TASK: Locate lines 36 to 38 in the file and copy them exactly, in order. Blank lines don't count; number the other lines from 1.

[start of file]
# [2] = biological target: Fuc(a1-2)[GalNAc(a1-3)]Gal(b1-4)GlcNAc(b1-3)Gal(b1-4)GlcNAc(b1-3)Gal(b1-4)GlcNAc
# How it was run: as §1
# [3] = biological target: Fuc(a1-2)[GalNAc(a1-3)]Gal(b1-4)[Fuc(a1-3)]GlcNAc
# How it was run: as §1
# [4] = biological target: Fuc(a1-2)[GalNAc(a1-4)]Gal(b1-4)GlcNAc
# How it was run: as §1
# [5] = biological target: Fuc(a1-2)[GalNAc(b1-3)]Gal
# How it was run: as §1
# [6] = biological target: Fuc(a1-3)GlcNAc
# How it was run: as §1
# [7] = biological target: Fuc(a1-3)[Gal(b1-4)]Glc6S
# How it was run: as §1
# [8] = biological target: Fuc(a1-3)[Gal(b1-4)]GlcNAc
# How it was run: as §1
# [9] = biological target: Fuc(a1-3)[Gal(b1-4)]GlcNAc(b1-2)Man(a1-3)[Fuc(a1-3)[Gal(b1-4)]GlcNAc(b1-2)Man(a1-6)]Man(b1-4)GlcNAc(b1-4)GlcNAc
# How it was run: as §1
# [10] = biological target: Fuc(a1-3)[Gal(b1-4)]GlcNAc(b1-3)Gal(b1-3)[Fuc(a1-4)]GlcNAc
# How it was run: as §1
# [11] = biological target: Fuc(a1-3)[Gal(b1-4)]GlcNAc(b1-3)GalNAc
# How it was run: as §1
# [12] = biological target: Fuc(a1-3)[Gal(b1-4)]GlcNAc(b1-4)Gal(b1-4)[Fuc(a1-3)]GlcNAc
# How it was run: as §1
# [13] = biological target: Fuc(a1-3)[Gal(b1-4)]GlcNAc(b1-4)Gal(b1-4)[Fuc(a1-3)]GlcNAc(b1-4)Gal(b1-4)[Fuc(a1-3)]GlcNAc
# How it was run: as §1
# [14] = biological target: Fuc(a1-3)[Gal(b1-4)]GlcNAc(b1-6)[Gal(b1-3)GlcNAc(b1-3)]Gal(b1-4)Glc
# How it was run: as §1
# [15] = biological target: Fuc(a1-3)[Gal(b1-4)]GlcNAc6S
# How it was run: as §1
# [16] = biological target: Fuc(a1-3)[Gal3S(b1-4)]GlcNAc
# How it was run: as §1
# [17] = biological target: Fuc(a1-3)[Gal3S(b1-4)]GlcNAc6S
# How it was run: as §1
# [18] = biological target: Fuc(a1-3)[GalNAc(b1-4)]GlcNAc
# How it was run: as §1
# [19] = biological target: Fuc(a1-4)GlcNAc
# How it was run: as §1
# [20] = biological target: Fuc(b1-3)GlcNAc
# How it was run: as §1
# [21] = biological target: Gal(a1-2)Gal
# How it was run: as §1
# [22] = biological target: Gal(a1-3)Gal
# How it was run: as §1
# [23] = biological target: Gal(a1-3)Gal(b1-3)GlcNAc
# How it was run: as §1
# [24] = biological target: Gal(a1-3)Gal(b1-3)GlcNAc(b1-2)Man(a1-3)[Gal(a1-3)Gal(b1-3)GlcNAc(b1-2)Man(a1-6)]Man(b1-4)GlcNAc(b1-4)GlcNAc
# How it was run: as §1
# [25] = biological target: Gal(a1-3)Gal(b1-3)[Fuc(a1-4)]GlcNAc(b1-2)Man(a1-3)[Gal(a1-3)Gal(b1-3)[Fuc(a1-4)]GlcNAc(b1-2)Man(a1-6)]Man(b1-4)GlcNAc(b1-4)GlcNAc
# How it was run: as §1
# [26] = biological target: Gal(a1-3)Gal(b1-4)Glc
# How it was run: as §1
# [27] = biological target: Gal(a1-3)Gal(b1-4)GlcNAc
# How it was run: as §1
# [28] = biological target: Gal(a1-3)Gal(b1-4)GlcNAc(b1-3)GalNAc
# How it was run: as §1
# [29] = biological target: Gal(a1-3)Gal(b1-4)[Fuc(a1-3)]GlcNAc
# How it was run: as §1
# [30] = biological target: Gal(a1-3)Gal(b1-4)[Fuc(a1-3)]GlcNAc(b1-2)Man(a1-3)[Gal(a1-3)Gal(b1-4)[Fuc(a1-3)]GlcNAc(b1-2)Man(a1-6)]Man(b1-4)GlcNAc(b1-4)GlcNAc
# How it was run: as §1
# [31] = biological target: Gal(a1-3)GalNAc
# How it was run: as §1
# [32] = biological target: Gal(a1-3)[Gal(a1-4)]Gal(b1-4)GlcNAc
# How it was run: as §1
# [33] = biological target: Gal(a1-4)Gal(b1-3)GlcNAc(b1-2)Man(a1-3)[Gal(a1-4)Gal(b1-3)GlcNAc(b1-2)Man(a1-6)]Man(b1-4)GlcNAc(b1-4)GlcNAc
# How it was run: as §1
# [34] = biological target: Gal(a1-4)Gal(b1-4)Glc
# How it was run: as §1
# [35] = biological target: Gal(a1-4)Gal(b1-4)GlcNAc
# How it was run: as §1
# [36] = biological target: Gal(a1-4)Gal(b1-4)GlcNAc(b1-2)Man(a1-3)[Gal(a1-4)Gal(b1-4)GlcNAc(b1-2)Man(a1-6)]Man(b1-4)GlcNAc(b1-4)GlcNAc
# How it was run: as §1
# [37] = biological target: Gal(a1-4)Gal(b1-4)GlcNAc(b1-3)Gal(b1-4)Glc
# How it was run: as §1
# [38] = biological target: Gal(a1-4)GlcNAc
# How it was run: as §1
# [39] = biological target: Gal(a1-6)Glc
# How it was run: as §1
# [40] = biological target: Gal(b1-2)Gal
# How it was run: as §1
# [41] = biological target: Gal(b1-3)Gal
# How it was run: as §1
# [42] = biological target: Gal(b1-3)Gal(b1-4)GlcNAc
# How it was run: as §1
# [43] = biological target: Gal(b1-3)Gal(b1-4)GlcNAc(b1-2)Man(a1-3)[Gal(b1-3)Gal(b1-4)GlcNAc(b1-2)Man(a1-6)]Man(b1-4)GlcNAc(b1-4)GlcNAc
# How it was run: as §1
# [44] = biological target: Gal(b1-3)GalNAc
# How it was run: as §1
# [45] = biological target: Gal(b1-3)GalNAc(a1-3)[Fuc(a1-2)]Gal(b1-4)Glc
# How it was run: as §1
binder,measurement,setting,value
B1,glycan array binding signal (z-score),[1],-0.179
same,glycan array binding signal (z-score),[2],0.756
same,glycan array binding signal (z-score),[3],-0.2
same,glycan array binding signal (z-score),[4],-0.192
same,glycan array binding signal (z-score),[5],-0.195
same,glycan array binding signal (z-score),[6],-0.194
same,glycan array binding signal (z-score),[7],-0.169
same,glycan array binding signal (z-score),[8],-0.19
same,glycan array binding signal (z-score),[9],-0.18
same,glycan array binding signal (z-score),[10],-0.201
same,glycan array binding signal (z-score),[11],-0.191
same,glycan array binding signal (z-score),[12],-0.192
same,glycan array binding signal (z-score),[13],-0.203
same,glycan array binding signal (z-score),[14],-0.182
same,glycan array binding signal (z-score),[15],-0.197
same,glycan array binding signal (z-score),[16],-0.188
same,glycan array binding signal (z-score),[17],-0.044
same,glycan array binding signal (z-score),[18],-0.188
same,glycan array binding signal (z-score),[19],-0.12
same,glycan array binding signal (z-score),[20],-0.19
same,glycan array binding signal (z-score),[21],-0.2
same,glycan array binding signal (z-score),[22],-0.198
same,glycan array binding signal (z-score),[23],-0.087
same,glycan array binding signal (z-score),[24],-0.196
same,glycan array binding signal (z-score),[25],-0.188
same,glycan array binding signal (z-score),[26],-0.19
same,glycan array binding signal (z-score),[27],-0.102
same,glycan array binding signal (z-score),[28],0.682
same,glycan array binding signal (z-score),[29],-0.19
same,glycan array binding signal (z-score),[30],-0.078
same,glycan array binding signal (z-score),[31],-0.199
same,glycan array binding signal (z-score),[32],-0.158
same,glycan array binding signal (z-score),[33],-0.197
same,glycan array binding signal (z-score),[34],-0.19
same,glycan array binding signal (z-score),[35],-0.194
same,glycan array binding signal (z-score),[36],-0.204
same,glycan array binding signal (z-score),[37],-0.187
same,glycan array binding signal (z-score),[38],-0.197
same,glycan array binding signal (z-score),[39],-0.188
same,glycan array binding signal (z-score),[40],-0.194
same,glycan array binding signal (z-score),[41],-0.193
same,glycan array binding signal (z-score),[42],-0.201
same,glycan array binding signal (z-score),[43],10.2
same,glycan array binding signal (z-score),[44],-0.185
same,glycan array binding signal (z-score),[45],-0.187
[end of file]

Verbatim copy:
# How it was run: as §1
# [20] = biological target: Fuc(b1-3)GlcNAc
# How it was run: as §1